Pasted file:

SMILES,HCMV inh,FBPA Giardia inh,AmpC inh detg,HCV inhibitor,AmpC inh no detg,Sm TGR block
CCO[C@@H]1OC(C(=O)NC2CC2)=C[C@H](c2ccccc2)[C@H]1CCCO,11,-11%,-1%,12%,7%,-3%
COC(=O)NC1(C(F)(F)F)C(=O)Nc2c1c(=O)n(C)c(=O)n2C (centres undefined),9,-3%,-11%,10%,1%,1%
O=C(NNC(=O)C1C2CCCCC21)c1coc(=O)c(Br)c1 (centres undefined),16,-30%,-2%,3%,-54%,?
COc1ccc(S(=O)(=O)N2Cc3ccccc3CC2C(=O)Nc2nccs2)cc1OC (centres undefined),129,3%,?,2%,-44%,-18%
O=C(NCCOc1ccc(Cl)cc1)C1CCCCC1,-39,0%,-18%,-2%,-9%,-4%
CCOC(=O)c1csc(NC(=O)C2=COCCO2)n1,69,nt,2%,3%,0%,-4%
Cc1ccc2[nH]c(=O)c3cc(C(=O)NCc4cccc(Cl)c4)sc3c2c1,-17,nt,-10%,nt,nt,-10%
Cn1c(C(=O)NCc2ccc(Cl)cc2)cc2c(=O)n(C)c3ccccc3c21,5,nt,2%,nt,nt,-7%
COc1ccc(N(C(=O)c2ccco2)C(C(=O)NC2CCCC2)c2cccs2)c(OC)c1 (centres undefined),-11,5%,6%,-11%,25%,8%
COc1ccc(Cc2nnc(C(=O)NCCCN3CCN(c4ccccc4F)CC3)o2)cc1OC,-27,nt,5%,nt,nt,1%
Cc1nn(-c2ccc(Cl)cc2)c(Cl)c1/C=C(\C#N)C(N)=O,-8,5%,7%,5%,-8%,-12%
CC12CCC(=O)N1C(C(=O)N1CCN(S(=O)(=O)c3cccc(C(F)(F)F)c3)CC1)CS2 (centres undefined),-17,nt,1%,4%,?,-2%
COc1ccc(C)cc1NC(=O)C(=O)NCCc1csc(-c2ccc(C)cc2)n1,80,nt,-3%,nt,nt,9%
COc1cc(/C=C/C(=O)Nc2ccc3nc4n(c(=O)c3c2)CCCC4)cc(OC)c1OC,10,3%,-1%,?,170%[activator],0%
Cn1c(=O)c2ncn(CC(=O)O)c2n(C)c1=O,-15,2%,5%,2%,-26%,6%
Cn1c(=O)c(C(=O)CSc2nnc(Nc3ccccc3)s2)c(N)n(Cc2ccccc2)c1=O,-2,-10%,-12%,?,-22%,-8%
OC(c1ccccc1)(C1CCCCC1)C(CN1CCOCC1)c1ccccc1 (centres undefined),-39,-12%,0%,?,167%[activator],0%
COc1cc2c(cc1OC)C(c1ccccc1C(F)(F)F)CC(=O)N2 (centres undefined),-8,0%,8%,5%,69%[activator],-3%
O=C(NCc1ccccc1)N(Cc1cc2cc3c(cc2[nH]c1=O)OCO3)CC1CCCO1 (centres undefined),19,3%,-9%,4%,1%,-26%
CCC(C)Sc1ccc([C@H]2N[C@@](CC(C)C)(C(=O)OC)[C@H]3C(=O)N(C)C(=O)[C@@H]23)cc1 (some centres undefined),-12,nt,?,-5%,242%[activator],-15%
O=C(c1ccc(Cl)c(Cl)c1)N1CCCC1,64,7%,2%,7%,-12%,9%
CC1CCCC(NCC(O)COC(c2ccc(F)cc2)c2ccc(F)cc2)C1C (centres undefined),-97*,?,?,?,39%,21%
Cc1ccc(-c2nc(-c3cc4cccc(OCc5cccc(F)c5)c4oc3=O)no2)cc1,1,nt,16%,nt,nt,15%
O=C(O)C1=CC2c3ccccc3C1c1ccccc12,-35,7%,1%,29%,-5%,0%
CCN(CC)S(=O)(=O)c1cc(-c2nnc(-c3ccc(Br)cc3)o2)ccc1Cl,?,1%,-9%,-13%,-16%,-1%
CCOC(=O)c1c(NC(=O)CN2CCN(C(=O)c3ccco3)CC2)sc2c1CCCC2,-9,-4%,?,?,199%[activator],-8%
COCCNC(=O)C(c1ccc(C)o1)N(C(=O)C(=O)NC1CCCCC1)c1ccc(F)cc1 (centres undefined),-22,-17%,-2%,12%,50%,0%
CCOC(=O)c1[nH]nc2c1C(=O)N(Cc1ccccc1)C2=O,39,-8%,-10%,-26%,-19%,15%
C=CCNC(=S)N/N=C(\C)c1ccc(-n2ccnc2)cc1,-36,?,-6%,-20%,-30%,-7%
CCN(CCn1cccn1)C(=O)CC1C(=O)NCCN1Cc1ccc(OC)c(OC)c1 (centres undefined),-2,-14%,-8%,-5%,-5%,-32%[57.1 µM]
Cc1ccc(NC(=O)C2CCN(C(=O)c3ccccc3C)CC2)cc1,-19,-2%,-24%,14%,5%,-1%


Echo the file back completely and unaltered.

SMILES,HCMV inh,FBPA Giardia inh,AmpC inh detg,HCV inhibitor,AmpC inh no detg,Sm TGR block
CCO[C@@H]1OC(C(=O)NC2CC2)=C[C@H](c2ccccc2)[C@H]1CCCO,11,-11%,-1%,12%,7%,-3%
COC(=O)NC1(C(F)(F)F)C(=O)Nc2c1c(=O)n(C)c(=O)n2C (centres undefined),9,-3%,-11%,10%,1%,1%
O=C(NNC(=O)C1C2CCCCC21)c1coc(=O)c(Br)c1 (centres undefined),16,-30%,-2%,3%,-54%,?
COc1ccc(S(=O)(=O)N2Cc3ccccc3CC2C(=O)Nc2nccs2)cc1OC (centres undefined),129,3%,?,2%,-44%,-18%
O=C(NCCOc1ccc(Cl)cc1)C1CCCCC1,-39,0%,-18%,-2%,-9%,-4%
CCOC(=O)c1csc(NC(=O)C2=COCCO2)n1,69,nt,2%,3%,0%,-4%
Cc1ccc2[nH]c(=O)c3cc(C(=O)NCc4cccc(Cl)c4)sc3c2c1,-17,nt,-10%,nt,nt,-10%
Cn1c(C(=O)NCc2ccc(Cl)cc2)cc2c(=O)n(C)c3ccccc3c21,5,nt,2%,nt,nt,-7%
COc1ccc(N(C(=O)c2ccco2)C(C(=O)NC2CCCC2)c2cccs2)c(OC)c1 (centres undefined),-11,5%,6%,-11%,25%,8%
COc1ccc(Cc2nnc(C(=O)NCCCN3CCN(c4ccccc4F)CC3)o2)cc1OC,-27,nt,5%,nt,nt,1%
Cc1nn(-c2ccc(Cl)cc2)c(Cl)c1/C=C(\C#N)C(N)=O,-8,5%,7%,5%,-8%,-12%
CC12CCC(=O)N1C(C(=O)N1CCN(S(=O)(=O)c3cccc(C(F)(F)F)c3)CC1)CS2 (centres undefined),-17,nt,1%,4%,?,-2%
COc1ccc(C)cc1NC(=O)C(=O)NCCc1csc(-c2ccc(C)cc2)n1,80,nt,-3%,nt,nt,9%
COc1cc(/C=C/C(=O)Nc2ccc3nc4n(c(=O)c3c2)CCCC4)cc(OC)c1OC,10,3%,-1%,?,170%[activator],0%
Cn1c(=O)c2ncn(CC(=O)O)c2n(C)c1=O,-15,2%,5%,2%,-26%,6%
Cn1c(=O)c(C(=O)CSc2nnc(Nc3ccccc3)s2)c(N)n(Cc2ccccc2)c1=O,-2,-10%,-12%,?,-22%,-8%
OC(c1ccccc1)(C1CCCCC1)C(CN1CCOCC1)c1ccccc1 (centres undefined),-39,-12%,0%,?,167%[activator],0%
COc1cc2c(cc1OC)C(c1ccccc1C(F)(F)F)CC(=O)N2 (centres undefined),-8,0%,8%,5%,69%[activator],-3%
O=C(NCc1ccccc1)N(Cc1cc2cc3c(cc2[nH]c1=O)OCO3)CC1CCCO1 (centres undefined),19,3%,-9%,4%,1%,-26%
CCC(C)Sc1ccc([C@H]2N[C@@](CC(C)C)(C(=O)OC)[C@H]3C(=O)N(C)C(=O)[C@@H]23)cc1 (some centres undefined),-12,nt,?,-5%,242%[activator],-15%
O=C(c1ccc(Cl)c(Cl)c1)N1CCCC1,64,7%,2%,7%,-12%,9%
CC1CCCC(NCC(O)COC(c2ccc(F)cc2)c2ccc(F)cc2)C1C (centres undefined),-97*,?,?,?,39%,21%
Cc1ccc(-c2nc(-c3cc4cccc(OCc5cccc(F)c5)c4oc3=O)no2)cc1,1,nt,16%,nt,nt,15%
O=C(O)C1=CC2c3ccccc3C1c1ccccc12,-35,7%,1%,29%,-5%,0%
CCN(CC)S(=O)(=O)c1cc(-c2nnc(-c3ccc(Br)cc3)o2)ccc1Cl,?,1%,-9%,-13%,-16%,-1%
CCOC(=O)c1c(NC(=O)CN2CCN(C(=O)c3ccco3)CC2)sc2c1CCCC2,-9,-4%,?,?,199%[activator],-8%
COCCNC(=O)C(c1ccc(C)o1)N(C(=O)C(=O)NC1CCCCC1)c1ccc(F)cc1 (centres undefined),-22,-17%,-2%,12%,50%,0%
CCOC(=O)c1[nH]nc2c1C(=O)N(Cc1ccccc1)C2=O,39,-8%,-10%,-26%,-19%,15%
C=CCNC(=S)N/N=C(\C)c1ccc(-n2ccnc2)cc1,-36,?,-6%,-20%,-30%,-7%
CCN(CCn1cccn1)C(=O)CC1C(=O)NCCN1Cc1ccc(OC)c(OC)c1 (centres undefined),-2,-14%,-8%,-5%,-5%,-32%[57.1 µM]
Cc1ccc(NC(=O)C2CCN(C(=O)c3ccccc3C)CC2)cc1,-19,-2%,-24%,14%,5%,-1%